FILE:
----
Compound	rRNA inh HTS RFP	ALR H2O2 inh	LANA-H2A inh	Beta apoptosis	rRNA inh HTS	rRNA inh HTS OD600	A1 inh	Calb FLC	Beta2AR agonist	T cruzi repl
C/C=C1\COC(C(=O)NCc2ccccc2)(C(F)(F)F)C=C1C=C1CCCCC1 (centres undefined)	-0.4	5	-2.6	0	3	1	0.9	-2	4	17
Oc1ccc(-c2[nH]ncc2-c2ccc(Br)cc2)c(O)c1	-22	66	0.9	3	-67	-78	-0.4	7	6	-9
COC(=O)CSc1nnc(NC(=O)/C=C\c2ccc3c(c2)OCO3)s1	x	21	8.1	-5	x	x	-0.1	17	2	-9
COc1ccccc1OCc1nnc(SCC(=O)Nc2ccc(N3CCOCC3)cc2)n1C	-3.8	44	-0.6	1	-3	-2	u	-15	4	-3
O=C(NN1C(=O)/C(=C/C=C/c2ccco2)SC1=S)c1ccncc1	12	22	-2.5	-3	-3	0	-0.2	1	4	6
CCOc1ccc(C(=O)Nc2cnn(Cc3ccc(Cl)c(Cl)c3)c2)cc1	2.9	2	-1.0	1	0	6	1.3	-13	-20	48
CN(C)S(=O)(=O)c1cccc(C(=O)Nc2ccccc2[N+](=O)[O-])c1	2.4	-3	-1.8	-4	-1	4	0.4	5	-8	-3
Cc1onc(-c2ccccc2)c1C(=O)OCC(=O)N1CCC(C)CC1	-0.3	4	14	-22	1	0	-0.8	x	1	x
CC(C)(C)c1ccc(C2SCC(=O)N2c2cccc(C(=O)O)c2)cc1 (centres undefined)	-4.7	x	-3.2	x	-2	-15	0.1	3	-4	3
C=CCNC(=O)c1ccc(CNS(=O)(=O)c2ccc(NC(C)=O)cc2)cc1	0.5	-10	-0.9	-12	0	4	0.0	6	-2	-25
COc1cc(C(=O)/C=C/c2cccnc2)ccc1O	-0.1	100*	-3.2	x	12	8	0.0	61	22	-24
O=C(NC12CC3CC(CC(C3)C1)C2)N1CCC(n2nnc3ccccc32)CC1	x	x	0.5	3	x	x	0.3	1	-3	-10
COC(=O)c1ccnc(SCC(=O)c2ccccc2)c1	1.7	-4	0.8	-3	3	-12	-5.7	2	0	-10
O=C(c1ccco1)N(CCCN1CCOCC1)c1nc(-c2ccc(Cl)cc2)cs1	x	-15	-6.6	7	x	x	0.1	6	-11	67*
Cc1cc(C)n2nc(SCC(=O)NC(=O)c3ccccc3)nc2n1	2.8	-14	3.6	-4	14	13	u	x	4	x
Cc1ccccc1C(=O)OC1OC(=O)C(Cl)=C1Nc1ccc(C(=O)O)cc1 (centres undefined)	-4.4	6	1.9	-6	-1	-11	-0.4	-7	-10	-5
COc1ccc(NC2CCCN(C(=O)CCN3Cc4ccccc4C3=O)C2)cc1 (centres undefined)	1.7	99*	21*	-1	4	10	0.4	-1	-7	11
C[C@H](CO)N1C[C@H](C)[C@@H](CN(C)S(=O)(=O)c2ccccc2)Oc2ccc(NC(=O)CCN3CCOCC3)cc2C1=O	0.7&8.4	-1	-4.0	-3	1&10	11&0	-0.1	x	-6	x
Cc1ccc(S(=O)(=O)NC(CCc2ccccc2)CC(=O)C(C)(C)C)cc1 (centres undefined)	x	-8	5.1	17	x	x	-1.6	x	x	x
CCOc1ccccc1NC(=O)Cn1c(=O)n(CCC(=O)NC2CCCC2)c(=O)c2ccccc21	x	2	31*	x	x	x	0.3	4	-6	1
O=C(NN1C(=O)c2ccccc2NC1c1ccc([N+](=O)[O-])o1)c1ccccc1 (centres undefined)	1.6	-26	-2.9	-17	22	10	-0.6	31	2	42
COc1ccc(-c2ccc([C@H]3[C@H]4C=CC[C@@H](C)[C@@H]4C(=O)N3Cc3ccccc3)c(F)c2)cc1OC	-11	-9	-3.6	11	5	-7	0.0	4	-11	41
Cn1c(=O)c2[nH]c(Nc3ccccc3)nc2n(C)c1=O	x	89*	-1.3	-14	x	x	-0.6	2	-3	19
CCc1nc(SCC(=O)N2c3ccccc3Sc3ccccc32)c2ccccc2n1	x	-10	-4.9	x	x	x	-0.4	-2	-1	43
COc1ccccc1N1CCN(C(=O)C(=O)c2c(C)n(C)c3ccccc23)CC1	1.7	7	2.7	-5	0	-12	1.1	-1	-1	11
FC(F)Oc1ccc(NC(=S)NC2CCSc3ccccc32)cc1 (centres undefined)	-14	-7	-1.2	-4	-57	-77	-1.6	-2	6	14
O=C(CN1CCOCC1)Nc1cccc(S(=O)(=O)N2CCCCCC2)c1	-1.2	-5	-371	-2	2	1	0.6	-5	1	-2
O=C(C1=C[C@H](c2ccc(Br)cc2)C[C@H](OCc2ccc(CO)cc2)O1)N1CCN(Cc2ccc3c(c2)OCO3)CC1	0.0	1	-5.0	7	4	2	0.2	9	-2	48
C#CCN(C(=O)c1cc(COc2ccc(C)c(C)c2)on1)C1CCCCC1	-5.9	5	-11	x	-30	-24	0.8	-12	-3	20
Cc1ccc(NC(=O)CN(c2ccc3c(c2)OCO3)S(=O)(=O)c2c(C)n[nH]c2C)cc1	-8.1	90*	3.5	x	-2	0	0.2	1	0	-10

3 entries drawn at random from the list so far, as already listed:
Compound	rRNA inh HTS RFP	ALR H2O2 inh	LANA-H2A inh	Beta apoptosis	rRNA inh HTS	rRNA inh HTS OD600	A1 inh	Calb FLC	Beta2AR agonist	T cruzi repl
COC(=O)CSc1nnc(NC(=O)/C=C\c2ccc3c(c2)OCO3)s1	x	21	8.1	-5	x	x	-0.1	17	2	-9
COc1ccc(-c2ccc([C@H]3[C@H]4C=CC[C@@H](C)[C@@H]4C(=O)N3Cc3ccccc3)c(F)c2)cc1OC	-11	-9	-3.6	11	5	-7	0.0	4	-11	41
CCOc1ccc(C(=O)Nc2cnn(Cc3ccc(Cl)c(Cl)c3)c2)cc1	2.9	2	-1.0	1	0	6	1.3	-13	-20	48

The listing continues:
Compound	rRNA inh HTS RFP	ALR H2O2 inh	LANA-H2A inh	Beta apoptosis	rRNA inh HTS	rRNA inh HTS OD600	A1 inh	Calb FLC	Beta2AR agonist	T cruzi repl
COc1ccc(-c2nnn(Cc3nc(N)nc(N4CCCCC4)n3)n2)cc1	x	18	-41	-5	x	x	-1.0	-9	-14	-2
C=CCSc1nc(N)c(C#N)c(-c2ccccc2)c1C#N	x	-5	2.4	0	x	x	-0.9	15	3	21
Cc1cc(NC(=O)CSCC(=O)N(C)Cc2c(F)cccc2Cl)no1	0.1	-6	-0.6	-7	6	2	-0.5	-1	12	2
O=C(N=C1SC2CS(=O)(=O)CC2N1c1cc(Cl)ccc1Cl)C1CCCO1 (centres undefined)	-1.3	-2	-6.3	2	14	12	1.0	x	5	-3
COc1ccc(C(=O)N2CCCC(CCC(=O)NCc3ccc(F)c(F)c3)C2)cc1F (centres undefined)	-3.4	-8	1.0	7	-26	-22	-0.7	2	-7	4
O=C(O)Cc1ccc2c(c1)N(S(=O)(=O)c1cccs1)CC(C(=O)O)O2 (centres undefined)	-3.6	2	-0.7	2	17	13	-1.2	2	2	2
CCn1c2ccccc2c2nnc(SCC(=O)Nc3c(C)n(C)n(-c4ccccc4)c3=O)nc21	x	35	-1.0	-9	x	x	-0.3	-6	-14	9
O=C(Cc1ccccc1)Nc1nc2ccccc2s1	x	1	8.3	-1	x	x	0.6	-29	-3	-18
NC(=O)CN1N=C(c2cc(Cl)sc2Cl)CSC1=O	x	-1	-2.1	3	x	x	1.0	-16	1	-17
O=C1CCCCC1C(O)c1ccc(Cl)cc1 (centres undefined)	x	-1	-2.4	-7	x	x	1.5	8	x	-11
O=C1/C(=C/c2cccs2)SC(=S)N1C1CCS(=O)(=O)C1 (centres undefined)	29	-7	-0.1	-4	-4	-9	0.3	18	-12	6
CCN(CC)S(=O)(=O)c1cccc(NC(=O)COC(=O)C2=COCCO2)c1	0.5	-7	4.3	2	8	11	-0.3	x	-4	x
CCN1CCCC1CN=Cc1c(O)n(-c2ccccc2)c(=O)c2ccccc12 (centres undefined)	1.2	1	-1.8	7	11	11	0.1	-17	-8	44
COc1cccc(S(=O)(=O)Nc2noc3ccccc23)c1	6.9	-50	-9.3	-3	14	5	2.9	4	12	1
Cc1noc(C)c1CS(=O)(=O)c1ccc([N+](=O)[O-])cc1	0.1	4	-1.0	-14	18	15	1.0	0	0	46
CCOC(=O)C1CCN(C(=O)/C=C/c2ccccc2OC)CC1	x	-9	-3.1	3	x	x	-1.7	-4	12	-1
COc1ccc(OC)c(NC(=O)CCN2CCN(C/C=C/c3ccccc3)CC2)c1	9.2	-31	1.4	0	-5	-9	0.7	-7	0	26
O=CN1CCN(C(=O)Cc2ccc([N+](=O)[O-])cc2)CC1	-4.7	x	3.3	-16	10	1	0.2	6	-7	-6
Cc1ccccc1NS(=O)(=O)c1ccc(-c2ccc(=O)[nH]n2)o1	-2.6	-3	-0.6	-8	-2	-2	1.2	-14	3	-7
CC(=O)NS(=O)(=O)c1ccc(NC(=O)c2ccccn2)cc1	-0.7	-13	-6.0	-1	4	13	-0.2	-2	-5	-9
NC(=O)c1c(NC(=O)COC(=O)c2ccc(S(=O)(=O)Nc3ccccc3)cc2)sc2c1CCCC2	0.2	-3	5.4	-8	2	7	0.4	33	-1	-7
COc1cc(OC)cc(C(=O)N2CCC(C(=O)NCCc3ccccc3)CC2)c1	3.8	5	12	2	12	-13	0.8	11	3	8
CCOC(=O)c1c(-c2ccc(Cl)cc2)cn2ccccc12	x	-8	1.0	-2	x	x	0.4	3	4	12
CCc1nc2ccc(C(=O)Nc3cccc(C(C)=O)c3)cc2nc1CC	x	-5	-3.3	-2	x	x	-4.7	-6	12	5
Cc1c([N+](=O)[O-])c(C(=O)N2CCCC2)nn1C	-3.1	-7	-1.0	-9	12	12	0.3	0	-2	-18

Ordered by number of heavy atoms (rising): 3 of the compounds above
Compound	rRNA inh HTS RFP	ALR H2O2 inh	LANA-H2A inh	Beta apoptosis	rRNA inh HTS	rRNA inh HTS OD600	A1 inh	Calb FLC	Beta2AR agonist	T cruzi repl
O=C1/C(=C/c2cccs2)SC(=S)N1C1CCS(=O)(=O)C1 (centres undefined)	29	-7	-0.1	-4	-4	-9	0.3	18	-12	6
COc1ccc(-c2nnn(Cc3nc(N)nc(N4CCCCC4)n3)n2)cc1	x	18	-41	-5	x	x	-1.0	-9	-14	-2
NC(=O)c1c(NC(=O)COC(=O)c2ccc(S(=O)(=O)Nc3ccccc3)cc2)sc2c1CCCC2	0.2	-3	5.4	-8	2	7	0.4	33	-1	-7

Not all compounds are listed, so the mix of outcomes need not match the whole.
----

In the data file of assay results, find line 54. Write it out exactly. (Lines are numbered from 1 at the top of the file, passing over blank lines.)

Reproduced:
CCOC(=O)C1CCN(C(=O)/C=C/c2ccccc2OC)CC1	x	-9	-3.1	3	x	x	-1.7	-4	12	-1